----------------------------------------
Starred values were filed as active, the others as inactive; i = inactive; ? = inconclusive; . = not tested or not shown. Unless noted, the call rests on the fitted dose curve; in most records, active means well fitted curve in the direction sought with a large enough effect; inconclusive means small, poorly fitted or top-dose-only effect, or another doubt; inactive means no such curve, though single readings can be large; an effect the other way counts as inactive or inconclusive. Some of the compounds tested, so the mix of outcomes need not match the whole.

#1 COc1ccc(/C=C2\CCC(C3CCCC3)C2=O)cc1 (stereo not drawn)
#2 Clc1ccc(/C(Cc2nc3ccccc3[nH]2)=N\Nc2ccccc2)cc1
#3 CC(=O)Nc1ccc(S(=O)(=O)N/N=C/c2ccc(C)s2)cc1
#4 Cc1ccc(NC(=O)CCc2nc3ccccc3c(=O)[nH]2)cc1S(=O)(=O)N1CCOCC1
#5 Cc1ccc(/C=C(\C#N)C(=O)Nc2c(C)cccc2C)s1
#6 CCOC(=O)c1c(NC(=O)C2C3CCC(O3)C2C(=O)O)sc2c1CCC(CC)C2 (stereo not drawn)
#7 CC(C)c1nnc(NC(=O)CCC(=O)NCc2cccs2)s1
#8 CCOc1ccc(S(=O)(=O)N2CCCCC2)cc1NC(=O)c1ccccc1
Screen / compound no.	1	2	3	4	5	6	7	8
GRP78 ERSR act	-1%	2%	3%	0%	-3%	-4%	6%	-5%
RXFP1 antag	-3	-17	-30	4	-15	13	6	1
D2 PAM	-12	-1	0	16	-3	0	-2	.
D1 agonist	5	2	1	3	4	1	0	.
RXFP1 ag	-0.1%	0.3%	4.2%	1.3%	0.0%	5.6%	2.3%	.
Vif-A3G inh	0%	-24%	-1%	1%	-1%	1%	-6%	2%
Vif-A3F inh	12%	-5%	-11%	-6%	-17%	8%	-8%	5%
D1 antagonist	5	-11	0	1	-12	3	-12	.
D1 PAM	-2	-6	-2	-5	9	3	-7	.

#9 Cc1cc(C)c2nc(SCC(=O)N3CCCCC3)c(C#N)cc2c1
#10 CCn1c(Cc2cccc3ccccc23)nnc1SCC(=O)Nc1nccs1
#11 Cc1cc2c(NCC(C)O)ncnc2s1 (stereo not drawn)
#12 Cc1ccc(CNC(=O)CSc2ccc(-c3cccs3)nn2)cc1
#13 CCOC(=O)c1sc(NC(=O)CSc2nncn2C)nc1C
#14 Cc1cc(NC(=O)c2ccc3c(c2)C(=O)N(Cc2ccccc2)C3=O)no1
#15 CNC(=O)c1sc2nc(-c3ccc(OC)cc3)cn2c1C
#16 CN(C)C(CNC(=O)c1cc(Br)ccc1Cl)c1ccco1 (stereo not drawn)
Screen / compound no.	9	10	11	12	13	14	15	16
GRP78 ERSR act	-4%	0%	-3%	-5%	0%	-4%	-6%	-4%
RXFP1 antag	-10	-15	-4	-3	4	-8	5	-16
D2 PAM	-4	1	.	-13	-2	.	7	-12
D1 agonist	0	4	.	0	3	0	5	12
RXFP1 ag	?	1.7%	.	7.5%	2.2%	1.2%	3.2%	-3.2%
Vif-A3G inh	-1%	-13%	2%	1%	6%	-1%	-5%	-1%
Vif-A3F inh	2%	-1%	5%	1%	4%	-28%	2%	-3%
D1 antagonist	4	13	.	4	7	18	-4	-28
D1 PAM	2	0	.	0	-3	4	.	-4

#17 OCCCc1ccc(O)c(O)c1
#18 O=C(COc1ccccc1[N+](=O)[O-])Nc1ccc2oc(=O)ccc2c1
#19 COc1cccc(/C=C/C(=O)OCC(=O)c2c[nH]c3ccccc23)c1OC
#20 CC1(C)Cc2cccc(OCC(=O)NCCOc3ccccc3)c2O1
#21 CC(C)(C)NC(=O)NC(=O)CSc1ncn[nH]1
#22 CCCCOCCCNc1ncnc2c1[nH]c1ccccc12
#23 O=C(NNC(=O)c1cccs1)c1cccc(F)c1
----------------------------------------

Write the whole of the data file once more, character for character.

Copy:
Starred values were filed as active, the others as inactive; i = inactive; ? = inconclusive; . = not tested or not shown. Unless noted, the call rests on the fitted dose curve; in most records, active means well fitted curve in the direction sought with a large enough effect; inconclusive means small, poorly fitted or top-dose-only effect, or another doubt; inactive means no such curve, though single readings can be large; an effect the other way counts as inactive or inconclusive. Some of the compounds tested, so the mix of outcomes need not match the whole.

#1 COc1ccc(/C=C2\CCC(C3CCCC3)C2=O)cc1 (stereo not drawn)
#2 Clc1ccc(/C(Cc2nc3ccccc3[nH]2)=N\Nc2ccccc2)cc1
#3 CC(=O)Nc1ccc(S(=O)(=O)N/N=C/c2ccc(C)s2)cc1
#4 Cc1ccc(NC(=O)CCc2nc3ccccc3c(=O)[nH]2)cc1S(=O)(=O)N1CCOCC1
#5 Cc1ccc(/C=C(\C#N)C(=O)Nc2c(C)cccc2C)s1
#6 CCOC(=O)c1c(NC(=O)C2C3CCC(O3)C2C(=O)O)sc2c1CCC(CC)C2 (stereo not drawn)
#7 CC(C)c1nnc(NC(=O)CCC(=O)NCc2cccs2)s1
#8 CCOc1ccc(S(=O)(=O)N2CCCCC2)cc1NC(=O)c1ccccc1
Screen / compound no.	1	2	3	4	5	6	7	8
GRP78 ERSR act	-1%	2%	3%	0%	-3%	-4%	6%	-5%
RXFP1 antag	-3	-17	-30	4	-15	13	6	1
D2 PAM	-12	-1	0	16	-3	0	-2	.
D1 agonist	5	2	1	3	4	1	0	.
RXFP1 ag	-0.1%	0.3%	4.2%	1.3%	0.0%	5.6%	2.3%	.
Vif-A3G inh	0%	-24%	-1%	1%	-1%	1%	-6%	2%
Vif-A3F inh	12%	-5%	-11%	-6%	-17%	8%	-8%	5%
D1 antagonist	5	-11	0	1	-12	3	-12	.
D1 PAM	-2	-6	-2	-5	9	3	-7	.

#9 Cc1cc(C)c2nc(SCC(=O)N3CCCCC3)c(C#N)cc2c1
#10 CCn1c(Cc2cccc3ccccc23)nnc1SCC(=O)Nc1nccs1
#11 Cc1cc2c(NCC(C)O)ncnc2s1 (stereo not drawn)
#12 Cc1ccc(CNC(=O)CSc2ccc(-c3cccs3)nn2)cc1
#13 CCOC(=O)c1sc(NC(=O)CSc2nncn2C)nc1C
#14 Cc1cc(NC(=O)c2ccc3c(c2)C(=O)N(Cc2ccccc2)C3=O)no1
#15 CNC(=O)c1sc2nc(-c3ccc(OC)cc3)cn2c1C
#16 CN(C)C(CNC(=O)c1cc(Br)ccc1Cl)c1ccco1 (stereo not drawn)
Screen / compound no.	9	10	11	12	13	14	15	16
GRP78 ERSR act	-4%	0%	-3%	-5%	0%	-4%	-6%	-4%
RXFP1 antag	-10	-15	-4	-3	4	-8	5	-16
D2 PAM	-4	1	.	-13	-2	.	7	-12
D1 agonist	0	4	.	0	3	0	5	12
RXFP1 ag	?	1.7%	.	7.5%	2.2%	1.2%	3.2%	-3.2%
Vif-A3G inh	-1%	-13%	2%	1%	6%	-1%	-5%	-1%
Vif-A3F inh	2%	-1%	5%	1%	4%	-28%	2%	-3%
D1 antagonist	4	13	.	4	7	18	-4	-28
D1 PAM	2	0	.	0	-3	4	.	-4

#17 OCCCc1ccc(O)c(O)c1
#18 O=C(COc1ccccc1[N+](=O)[O-])Nc1ccc2oc(=O)ccc2c1
#19 COc1cccc(/C=C/C(=O)OCC(=O)c2c[nH]c3ccccc23)c1OC
#20 CC1(C)Cc2cccc(OCC(=O)NCCOc3ccccc3)c2O1
#21 CC(C)(C)NC(=O)NC(=O)CSc1ncn[nH]1
#22 CCCCOCCCNc1ncnc2c1[nH]c1ccccc12
#23 O=C(NNC(=O)c1cccs1)c1cccc(F)c1